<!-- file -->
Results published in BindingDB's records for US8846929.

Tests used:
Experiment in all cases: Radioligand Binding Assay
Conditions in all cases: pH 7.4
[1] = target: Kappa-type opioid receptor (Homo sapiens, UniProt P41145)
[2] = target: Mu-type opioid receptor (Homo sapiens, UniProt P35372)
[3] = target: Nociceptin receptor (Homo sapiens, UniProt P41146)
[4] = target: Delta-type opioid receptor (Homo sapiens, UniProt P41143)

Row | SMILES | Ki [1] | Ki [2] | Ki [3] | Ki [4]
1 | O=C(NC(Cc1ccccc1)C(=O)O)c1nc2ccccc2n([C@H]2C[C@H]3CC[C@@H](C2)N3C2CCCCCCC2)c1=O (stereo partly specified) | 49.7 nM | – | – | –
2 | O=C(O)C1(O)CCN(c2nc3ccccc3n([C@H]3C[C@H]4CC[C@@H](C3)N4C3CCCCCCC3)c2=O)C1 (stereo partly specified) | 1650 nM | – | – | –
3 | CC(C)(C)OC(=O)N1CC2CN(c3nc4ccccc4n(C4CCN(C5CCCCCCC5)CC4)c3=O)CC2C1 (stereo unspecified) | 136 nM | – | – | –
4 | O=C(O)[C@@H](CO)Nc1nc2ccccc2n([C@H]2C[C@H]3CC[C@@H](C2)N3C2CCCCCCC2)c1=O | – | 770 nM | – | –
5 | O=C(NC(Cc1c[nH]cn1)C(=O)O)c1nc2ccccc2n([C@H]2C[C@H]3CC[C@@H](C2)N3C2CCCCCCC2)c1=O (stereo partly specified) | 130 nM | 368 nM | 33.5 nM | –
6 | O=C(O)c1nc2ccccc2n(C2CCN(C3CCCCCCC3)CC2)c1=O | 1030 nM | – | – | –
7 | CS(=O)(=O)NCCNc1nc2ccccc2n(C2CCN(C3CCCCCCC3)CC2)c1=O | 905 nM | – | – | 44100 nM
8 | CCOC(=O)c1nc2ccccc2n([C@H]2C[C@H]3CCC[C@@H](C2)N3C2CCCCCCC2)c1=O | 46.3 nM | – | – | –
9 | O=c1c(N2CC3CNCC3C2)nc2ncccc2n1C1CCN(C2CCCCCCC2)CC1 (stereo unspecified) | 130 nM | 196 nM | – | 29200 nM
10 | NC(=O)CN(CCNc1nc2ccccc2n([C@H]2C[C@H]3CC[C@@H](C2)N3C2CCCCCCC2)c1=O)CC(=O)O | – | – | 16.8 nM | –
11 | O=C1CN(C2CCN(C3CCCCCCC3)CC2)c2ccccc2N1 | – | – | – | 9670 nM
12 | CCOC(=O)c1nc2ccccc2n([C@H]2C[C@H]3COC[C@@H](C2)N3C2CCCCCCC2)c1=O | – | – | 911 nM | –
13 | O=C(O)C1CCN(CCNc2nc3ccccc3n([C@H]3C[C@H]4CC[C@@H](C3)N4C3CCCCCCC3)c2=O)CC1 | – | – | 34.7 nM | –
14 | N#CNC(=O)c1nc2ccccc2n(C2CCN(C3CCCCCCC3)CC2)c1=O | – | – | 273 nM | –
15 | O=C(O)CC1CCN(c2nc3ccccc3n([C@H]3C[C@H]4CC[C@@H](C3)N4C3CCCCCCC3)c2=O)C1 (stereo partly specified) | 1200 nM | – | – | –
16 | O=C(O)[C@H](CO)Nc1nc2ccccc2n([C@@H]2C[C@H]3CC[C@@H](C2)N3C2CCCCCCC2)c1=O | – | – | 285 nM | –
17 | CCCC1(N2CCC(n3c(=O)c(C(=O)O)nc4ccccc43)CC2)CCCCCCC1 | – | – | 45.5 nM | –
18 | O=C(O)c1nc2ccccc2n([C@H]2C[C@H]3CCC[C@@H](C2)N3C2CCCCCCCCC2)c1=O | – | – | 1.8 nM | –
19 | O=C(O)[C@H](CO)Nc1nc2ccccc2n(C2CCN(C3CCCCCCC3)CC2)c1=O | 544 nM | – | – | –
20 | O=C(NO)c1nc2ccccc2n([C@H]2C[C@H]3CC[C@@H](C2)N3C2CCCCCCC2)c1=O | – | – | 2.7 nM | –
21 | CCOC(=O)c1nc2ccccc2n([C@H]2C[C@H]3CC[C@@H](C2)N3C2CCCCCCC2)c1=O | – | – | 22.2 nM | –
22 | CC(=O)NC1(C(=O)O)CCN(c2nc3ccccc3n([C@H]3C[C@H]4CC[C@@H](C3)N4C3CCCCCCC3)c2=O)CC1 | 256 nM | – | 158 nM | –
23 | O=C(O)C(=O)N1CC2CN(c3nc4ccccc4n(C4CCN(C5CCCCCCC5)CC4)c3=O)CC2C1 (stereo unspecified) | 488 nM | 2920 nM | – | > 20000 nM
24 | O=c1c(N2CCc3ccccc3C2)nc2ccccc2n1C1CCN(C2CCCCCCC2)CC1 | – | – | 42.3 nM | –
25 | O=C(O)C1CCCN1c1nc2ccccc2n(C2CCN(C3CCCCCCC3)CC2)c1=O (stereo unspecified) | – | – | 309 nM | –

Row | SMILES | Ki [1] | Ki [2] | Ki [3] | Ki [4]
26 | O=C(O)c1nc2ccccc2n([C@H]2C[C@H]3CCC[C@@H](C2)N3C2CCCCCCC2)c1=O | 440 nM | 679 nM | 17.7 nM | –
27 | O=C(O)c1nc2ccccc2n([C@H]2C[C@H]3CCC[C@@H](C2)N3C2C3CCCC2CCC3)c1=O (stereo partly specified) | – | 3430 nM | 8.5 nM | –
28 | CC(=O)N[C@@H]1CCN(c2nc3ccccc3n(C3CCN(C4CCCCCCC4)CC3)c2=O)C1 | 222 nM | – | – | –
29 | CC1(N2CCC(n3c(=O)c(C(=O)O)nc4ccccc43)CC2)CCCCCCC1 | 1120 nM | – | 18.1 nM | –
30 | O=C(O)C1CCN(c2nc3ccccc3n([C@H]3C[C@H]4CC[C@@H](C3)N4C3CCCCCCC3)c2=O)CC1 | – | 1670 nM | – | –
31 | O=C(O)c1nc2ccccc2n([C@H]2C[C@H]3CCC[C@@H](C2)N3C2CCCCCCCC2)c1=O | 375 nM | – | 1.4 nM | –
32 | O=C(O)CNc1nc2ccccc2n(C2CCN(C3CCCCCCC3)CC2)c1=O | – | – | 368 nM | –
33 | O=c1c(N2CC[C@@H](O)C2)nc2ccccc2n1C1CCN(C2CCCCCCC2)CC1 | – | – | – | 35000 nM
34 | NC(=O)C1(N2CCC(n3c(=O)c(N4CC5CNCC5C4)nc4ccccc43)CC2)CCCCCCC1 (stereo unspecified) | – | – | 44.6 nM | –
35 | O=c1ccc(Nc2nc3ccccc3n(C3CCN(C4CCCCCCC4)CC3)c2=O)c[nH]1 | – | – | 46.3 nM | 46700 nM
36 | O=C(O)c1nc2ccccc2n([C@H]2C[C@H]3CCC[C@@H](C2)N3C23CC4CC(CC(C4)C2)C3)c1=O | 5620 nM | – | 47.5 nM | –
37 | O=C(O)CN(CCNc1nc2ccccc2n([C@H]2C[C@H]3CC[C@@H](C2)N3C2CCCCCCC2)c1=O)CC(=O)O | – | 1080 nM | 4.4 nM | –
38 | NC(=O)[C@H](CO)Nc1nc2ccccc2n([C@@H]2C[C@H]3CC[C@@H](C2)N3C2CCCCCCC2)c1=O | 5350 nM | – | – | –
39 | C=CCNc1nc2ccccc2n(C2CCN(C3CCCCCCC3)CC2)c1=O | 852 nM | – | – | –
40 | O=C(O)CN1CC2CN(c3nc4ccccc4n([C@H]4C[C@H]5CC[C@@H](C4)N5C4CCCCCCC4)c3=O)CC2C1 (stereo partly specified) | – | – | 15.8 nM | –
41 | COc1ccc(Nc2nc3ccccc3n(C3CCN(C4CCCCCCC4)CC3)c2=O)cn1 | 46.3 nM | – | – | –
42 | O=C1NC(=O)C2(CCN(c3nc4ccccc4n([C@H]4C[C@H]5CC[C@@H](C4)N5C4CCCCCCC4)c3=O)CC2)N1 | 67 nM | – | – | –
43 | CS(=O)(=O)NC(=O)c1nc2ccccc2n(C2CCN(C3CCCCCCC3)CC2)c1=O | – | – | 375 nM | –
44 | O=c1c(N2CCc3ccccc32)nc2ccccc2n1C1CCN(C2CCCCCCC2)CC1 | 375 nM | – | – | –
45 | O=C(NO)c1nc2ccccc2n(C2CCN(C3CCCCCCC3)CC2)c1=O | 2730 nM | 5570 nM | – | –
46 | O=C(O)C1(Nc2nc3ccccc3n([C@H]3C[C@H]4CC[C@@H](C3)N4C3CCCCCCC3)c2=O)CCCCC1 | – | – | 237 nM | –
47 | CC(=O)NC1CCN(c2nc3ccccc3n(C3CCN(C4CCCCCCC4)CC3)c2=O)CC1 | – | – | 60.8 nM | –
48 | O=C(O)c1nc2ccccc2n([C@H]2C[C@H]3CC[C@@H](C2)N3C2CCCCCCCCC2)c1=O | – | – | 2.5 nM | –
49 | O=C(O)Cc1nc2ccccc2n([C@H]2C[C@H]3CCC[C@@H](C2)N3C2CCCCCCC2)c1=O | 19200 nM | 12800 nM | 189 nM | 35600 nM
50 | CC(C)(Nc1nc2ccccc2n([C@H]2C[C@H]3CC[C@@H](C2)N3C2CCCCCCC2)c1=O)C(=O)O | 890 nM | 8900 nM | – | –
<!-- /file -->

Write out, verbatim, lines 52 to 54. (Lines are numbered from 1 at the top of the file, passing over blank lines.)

42 | O=C1NC(=O)C2(CCN(c3nc4ccccc4n([C@H]4C[C@H]5CC[C@@H](C4)N5C4CCCCCCC4)c3=O)CC2)N1 | 67 nM | – | – | –
43 | CS(=O)(=O)NC(=O)c1nc2ccccc2n(C2CCN(C3CCCCCCC3)CC2)c1=O | – | – | 375 nM | –
44 | O=c1c(N2CCc3ccccc32)nc2ccccc2n1C1CCN(C2CCCCCCC2)CC1 | 375 nM | – | – | –